Boaz’s Cog in the Wheel

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May 5, 2013 by Chris French

When Ruth busted onto the scene in Bethlehem she carried sacrifice with her.

Her wealthy father-in-law has died along with her husband and brother-in-law. Now it’s just Naomi, Ruth and Orpah. Naomi is headed home because she’s broke and is possibly thinking that someone back home might take care of her if she can get back. She tells her two daughters-in-law to go back to their father’s house, remarry and have children. Eventually Orpah goes, but Ruth refuses to leave Naomi’s side so they head to Bethlehem together.

There’s something you should know about Ruth. She’s a Moabite, which is only important for our purposes because it means she’s not a Jew. More than likely as Naomi and Ruth walked back into town people ran out to greet Naomi, but when they saw Ruth they gave her a dirty look and turned their nose up at her. If you weren’t a Jew the Jews didn’t want anything to do with you. In fact, if you happened to brush up against them in the marketplace they were unclean for a week and couldn’t go to the Temple to worship. Long story short – people may have been excited to see Naomi, but they all wished Ruth wasn’t with her. Everyone except one, that is.

Naomi and Ruth don’t have money to buy food with, so they rely on the ancient law of gleaning. Say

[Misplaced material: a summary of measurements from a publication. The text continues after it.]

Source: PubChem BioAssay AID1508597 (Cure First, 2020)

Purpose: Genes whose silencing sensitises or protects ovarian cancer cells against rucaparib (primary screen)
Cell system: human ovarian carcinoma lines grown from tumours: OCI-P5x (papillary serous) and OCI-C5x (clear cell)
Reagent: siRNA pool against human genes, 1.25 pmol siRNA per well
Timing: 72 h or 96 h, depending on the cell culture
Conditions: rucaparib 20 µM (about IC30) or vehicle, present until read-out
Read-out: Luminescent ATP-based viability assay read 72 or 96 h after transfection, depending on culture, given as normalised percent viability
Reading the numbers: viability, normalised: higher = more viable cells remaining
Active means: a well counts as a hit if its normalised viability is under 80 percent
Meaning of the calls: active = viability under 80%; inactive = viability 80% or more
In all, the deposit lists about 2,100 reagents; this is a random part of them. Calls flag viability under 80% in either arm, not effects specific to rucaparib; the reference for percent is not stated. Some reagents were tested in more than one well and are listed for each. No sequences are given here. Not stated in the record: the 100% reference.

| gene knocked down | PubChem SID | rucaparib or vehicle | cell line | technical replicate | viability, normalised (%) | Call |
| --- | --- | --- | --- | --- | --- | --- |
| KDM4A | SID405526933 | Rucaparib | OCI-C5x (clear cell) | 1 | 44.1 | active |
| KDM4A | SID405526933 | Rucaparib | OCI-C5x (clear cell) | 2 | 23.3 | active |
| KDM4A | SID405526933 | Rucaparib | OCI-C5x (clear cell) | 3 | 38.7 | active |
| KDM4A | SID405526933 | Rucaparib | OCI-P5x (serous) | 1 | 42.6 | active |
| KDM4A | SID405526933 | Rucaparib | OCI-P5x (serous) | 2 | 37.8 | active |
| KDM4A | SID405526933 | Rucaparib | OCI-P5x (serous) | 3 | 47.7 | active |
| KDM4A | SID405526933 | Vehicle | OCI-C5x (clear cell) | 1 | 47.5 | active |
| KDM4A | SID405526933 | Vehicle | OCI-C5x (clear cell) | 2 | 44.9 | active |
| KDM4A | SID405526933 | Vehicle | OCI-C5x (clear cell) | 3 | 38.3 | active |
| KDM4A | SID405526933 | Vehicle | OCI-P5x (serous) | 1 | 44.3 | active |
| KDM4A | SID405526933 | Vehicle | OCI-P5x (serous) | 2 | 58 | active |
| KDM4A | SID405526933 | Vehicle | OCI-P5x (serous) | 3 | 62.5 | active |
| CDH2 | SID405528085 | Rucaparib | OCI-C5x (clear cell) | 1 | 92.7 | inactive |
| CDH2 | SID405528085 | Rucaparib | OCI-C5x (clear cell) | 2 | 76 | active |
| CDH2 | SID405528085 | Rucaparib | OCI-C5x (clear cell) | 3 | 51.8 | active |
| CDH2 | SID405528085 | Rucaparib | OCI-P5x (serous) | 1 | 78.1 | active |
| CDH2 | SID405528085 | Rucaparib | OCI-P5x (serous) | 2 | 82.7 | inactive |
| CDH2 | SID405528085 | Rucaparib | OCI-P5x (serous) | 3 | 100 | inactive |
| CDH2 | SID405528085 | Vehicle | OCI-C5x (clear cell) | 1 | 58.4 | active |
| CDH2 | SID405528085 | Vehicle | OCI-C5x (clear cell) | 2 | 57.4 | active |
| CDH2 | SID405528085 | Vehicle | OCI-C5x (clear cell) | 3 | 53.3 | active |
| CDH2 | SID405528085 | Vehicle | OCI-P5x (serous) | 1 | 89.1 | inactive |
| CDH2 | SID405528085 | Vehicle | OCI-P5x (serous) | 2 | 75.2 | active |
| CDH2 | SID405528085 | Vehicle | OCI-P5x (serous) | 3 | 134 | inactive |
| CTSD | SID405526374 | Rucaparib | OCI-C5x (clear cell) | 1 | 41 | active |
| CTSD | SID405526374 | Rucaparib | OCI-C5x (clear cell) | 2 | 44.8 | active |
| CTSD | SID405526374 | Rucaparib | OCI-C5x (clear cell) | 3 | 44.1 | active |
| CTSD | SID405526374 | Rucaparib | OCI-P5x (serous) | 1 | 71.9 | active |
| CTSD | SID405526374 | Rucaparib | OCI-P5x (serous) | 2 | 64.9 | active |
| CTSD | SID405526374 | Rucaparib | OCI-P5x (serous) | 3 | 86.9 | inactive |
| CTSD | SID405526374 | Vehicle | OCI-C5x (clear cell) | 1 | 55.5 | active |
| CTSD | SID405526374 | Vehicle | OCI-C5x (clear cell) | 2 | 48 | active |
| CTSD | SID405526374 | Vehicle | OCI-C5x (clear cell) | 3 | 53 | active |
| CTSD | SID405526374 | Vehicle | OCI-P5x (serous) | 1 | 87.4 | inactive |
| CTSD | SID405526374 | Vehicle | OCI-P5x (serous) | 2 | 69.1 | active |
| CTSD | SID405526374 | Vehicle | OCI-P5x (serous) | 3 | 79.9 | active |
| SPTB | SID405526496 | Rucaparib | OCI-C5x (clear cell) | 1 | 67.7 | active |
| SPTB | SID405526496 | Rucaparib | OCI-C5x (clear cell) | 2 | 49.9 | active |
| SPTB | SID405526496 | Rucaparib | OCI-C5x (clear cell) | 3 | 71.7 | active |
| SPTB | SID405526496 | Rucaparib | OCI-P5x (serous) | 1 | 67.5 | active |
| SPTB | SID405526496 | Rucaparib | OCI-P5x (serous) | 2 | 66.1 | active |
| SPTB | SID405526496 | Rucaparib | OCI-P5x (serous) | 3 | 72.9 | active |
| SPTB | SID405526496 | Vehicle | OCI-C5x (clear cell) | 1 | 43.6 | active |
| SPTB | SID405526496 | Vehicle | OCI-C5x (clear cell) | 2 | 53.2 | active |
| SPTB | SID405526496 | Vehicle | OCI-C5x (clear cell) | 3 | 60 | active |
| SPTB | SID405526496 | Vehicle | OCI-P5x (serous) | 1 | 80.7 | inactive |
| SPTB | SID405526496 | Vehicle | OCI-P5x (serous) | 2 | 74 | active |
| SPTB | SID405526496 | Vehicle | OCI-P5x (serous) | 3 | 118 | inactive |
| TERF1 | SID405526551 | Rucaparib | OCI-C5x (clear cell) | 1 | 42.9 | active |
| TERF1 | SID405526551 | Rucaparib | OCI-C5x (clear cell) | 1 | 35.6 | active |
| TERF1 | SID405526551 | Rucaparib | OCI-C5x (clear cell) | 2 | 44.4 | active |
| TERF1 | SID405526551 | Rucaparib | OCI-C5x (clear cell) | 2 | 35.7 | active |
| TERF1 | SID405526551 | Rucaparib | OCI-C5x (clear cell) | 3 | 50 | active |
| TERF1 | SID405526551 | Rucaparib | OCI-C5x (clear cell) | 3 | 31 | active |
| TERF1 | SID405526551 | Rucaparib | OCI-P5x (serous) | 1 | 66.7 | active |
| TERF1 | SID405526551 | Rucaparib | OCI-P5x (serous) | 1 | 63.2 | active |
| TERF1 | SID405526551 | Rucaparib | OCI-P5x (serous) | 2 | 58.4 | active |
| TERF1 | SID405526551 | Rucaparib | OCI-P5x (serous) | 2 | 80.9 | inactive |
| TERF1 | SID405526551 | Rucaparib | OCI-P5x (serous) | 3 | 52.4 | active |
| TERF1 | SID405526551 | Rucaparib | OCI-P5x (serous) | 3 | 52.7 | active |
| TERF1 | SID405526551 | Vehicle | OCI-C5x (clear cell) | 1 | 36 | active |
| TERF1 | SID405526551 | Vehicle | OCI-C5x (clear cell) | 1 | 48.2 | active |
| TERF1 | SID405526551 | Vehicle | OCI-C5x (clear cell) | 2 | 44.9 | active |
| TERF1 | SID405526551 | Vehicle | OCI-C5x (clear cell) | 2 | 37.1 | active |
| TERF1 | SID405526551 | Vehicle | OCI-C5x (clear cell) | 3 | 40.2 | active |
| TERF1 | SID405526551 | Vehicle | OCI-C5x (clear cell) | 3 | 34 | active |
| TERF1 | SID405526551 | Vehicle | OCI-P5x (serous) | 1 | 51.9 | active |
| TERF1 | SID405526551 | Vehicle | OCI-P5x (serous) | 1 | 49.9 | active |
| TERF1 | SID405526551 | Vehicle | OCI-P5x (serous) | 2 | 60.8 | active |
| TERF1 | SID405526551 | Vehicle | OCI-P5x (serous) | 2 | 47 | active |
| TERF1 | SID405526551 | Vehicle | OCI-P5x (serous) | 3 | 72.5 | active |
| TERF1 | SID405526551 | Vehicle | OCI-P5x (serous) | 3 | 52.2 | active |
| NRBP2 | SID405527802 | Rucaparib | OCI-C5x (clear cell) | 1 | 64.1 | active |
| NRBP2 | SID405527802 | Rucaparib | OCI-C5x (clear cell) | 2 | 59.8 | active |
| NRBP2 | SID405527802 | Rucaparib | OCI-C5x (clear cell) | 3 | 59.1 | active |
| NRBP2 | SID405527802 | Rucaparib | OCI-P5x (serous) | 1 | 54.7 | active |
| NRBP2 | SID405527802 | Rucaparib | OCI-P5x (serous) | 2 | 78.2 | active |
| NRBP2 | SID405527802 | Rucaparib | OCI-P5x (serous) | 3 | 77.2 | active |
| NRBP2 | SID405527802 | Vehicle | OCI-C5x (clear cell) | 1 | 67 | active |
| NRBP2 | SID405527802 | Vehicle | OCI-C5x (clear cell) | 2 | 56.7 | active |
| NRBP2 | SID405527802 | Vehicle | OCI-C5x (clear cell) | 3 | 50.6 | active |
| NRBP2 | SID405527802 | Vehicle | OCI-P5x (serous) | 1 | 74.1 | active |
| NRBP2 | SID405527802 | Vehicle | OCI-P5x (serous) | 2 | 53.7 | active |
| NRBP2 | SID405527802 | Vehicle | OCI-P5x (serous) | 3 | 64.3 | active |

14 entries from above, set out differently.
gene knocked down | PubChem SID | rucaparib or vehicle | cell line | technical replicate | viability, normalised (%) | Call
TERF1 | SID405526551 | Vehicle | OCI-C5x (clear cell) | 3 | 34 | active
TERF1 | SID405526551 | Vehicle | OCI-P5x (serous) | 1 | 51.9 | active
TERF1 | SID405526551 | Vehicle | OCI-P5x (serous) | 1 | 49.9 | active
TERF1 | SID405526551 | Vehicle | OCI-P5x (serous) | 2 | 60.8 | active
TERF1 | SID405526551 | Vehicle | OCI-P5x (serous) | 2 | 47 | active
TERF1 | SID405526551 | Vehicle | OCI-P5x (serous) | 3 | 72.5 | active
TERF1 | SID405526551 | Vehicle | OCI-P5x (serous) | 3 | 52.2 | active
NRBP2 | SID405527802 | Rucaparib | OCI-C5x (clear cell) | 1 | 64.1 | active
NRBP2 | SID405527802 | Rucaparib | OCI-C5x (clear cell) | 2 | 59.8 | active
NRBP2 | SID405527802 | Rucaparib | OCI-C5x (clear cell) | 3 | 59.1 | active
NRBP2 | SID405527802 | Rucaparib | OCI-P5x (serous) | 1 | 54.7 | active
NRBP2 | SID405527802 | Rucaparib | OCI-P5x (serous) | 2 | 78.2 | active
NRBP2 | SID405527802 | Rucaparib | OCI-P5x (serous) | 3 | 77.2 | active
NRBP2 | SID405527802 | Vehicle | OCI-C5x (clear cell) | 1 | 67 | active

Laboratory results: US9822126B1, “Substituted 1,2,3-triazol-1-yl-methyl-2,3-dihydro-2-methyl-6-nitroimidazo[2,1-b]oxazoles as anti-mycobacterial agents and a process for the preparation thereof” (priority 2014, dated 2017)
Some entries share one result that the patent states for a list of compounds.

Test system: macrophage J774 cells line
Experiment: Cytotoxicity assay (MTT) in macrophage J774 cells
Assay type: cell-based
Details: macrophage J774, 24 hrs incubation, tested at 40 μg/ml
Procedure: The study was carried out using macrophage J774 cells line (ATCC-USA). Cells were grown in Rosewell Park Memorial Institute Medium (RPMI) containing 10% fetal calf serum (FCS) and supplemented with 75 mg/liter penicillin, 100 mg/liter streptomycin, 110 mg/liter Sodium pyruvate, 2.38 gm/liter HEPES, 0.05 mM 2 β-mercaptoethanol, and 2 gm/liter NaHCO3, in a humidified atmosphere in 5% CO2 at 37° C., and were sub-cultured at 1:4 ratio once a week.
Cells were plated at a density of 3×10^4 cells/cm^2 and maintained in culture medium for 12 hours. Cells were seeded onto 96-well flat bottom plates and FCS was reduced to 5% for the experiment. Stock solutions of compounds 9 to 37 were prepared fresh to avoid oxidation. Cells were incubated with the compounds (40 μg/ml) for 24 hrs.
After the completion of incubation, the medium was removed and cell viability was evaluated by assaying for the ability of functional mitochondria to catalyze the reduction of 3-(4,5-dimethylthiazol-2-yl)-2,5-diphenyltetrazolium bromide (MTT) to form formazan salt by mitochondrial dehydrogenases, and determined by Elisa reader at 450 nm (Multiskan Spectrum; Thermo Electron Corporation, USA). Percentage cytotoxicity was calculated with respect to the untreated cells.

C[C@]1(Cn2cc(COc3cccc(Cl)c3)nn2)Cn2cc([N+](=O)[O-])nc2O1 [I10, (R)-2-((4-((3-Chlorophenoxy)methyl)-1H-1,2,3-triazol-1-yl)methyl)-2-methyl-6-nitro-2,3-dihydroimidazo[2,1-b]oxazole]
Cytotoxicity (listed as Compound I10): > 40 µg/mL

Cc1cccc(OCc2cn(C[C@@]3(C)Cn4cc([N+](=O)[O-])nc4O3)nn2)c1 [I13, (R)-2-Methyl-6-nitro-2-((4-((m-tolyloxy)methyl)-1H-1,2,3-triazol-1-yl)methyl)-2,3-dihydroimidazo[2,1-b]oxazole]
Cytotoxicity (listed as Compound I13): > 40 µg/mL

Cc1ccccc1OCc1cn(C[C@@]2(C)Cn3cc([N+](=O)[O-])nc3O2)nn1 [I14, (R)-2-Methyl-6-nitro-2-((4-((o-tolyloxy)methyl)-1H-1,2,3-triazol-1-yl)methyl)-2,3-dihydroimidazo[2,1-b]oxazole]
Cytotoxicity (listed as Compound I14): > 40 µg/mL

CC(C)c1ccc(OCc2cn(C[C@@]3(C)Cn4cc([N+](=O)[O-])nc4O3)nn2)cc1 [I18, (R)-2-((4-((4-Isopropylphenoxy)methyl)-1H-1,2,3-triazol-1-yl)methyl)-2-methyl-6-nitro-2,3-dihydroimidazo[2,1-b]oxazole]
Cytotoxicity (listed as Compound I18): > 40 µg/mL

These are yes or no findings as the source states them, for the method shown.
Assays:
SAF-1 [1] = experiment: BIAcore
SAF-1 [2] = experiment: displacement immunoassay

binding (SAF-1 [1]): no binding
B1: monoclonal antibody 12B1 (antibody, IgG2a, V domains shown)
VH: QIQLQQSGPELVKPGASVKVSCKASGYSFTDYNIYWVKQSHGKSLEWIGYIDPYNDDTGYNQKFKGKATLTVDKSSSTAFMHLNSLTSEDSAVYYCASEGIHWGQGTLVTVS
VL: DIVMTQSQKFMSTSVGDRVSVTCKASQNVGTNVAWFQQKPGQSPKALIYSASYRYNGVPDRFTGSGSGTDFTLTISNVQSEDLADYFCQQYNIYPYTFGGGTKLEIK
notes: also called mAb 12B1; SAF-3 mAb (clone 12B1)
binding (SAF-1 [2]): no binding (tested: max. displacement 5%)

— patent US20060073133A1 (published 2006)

I own a field of corn and we’re gathering it in one day and a couple of ears fall out of the wagon. We couldn’t stop and get them. We also had to leave the edges of the corn field unharvested. They were for the people too poor to feed themselves to eat (Lev. 19.9-10). We don’t know how many fields Ruth tried before she found Boaz’s, but I’m betting there were a couple. Most likely she met with hostility because of her Moabite status. Maybe they cursed her or threw rocks to make her leave. However many fields she tried first she ended up at Boaz’s and started at the edges getting the grain his workers had left. Eventually Boaz comes to this field to see how the work was going and he saw Ruth. She’s staying away from his workers so it’s a long walk out to her, but he makes it. He tells her to get as much grain as she can glean (she walks away that day with about bushel), feeds her lunch, she gets a to go box, tells the young men not to touch her, brings her in to work among his young women so she’s safer and the crop is fresh, and even tells his guys to intentionally drop some grain for her to pick up!

Boaz has been incredibly generous to Ruth and he even tells you why he did it. He felt like God should bless her for the sacrifices she’s made for Naomi so he takes it upon himself o be generous to her. Eventually at the end of the story Boaz and Ruth marry and have a child. You can even find him in the New Testament. His name is Obed and he’s Jesus’ great great great grandfather. So, if Boaz hadn’t of been so kind to Ruth would Jesus ever have been born? Of course, He would have! The Father has been planning Jesus’ entrance into the world since the beginning. His plans aren’t going to be destroyed or thrown off track for any reason. Had Boaz not treated Ruth in a Godly way Jesus would still have been born, but Boaz wouldn’t have gotten to play a part in God’s plan.

God’s plan for redeeming the lost is going to happen. He will bring glory to Himself thru the church. Make sure you’re a part of the plan!



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